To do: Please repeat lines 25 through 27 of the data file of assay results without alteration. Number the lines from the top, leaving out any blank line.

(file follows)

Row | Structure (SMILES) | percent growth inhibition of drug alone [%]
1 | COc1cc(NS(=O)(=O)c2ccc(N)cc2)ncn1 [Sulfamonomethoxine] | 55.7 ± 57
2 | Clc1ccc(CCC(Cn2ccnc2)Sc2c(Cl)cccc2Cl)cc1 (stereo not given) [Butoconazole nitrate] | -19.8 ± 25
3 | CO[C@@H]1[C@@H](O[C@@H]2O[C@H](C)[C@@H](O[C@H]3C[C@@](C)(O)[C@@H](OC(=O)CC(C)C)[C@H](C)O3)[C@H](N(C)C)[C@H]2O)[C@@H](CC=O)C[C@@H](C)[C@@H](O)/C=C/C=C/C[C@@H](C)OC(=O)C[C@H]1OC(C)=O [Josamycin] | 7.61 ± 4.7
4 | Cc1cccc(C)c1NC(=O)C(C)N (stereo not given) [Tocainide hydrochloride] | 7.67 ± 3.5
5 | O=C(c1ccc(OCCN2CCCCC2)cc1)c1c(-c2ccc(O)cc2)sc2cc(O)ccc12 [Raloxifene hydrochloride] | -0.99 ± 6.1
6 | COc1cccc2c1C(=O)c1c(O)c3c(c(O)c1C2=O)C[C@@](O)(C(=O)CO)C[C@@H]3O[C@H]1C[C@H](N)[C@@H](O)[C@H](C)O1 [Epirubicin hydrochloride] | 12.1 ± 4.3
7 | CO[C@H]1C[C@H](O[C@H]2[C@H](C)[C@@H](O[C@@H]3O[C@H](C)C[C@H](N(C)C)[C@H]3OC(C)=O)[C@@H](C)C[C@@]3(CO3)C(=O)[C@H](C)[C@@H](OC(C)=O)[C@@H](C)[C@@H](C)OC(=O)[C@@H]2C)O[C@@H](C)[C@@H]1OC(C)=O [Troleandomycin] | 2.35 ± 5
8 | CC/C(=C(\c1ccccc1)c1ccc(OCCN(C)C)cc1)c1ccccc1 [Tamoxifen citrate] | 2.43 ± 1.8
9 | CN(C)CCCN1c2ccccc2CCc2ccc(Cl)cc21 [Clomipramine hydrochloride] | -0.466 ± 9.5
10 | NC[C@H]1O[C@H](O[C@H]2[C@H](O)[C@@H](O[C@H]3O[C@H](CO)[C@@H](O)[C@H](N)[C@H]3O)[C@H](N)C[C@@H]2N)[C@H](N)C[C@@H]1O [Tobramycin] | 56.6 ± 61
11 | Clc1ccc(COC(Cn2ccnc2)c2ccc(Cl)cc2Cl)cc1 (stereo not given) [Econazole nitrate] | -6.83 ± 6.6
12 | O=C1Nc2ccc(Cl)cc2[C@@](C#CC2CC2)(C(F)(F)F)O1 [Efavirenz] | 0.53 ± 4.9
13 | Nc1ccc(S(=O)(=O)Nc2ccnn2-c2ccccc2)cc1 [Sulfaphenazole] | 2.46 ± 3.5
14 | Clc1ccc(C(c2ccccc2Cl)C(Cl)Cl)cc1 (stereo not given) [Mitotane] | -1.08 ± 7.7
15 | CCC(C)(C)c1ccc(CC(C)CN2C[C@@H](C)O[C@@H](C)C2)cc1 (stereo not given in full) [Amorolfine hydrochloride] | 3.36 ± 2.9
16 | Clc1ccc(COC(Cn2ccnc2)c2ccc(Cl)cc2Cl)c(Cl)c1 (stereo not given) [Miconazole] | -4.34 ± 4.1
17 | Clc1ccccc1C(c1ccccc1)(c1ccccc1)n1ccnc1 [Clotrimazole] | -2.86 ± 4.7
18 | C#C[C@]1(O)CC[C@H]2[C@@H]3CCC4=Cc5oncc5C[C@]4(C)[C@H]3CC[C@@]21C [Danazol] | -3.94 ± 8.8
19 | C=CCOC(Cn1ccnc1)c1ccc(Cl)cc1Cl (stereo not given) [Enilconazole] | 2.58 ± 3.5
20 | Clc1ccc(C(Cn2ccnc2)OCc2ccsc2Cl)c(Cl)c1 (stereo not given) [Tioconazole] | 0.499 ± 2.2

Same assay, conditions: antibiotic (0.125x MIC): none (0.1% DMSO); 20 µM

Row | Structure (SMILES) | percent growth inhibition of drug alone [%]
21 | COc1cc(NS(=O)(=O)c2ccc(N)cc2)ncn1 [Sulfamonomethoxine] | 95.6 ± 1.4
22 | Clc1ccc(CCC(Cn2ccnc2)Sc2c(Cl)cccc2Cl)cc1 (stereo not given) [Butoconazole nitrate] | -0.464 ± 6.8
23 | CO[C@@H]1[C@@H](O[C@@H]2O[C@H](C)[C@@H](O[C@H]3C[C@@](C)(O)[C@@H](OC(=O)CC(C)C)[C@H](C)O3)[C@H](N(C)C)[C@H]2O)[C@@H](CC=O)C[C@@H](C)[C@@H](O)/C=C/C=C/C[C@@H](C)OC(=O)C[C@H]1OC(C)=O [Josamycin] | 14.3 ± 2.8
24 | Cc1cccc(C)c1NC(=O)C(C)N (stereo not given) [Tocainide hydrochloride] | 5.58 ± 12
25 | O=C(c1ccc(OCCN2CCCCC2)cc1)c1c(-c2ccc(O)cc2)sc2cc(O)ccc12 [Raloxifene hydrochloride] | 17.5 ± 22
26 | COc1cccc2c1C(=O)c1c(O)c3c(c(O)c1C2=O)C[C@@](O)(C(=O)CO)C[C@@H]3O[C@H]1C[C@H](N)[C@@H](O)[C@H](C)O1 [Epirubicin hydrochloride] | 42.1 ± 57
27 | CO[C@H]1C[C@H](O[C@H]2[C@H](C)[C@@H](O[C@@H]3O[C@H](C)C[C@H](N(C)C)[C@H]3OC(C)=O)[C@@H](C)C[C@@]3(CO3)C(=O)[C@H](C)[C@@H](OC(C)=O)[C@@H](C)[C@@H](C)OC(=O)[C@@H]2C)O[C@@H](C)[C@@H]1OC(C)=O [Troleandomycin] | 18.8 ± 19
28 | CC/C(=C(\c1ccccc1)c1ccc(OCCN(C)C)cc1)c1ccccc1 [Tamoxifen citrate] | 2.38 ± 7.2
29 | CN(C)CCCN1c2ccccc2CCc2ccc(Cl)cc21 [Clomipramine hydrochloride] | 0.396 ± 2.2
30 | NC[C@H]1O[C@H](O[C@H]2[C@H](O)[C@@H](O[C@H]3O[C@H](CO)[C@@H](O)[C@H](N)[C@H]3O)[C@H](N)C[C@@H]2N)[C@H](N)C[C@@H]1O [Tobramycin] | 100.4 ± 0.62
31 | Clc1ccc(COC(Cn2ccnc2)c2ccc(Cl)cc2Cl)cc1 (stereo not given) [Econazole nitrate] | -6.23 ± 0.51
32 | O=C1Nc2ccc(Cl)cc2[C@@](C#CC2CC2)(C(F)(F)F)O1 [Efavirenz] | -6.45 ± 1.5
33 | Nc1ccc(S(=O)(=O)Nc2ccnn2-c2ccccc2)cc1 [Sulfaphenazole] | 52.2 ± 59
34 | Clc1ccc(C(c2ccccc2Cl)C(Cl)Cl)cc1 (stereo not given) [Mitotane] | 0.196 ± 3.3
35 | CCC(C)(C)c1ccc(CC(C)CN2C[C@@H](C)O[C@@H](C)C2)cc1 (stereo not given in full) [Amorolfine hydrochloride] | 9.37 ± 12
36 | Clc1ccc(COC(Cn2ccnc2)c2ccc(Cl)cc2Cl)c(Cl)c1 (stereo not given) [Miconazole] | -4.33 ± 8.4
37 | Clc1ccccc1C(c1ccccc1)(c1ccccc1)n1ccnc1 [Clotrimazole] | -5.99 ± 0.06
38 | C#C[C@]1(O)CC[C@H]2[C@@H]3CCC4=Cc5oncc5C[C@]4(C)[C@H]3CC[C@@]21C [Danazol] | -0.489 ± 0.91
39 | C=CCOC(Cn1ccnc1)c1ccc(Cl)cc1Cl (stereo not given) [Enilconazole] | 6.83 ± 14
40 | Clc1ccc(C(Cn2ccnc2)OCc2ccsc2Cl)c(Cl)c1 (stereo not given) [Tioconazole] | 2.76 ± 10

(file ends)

22 | Clc1ccc(CCC(Cn2ccnc2)Sc2c(Cl)cccc2Cl)cc1 (stereo not given) [Butoconazole nitrate] | -0.464 ± 6.8
23 | CO[C@@H]1[C@@H](O[C@@H]2O[C@H](C)[C@@H](O[C@H]3C[C@@](C)(O)[C@@H](OC(=O)CC(C)C)[C@H](C)O3)[C@H](N(C)C)[C@H]2O)[C@@H](CC=O)C[C@@H](C)[C@@H](O)/C=C/C=C/C[C@@H](C)OC(=O)C[C@H]1OC(C)=O [Josamycin] | 14.3 ± 2.8
24 | Cc1cccc(C)c1NC(=O)C(C)N (stereo not given) [Tocainide hydrochloride] | 5.58 ± 12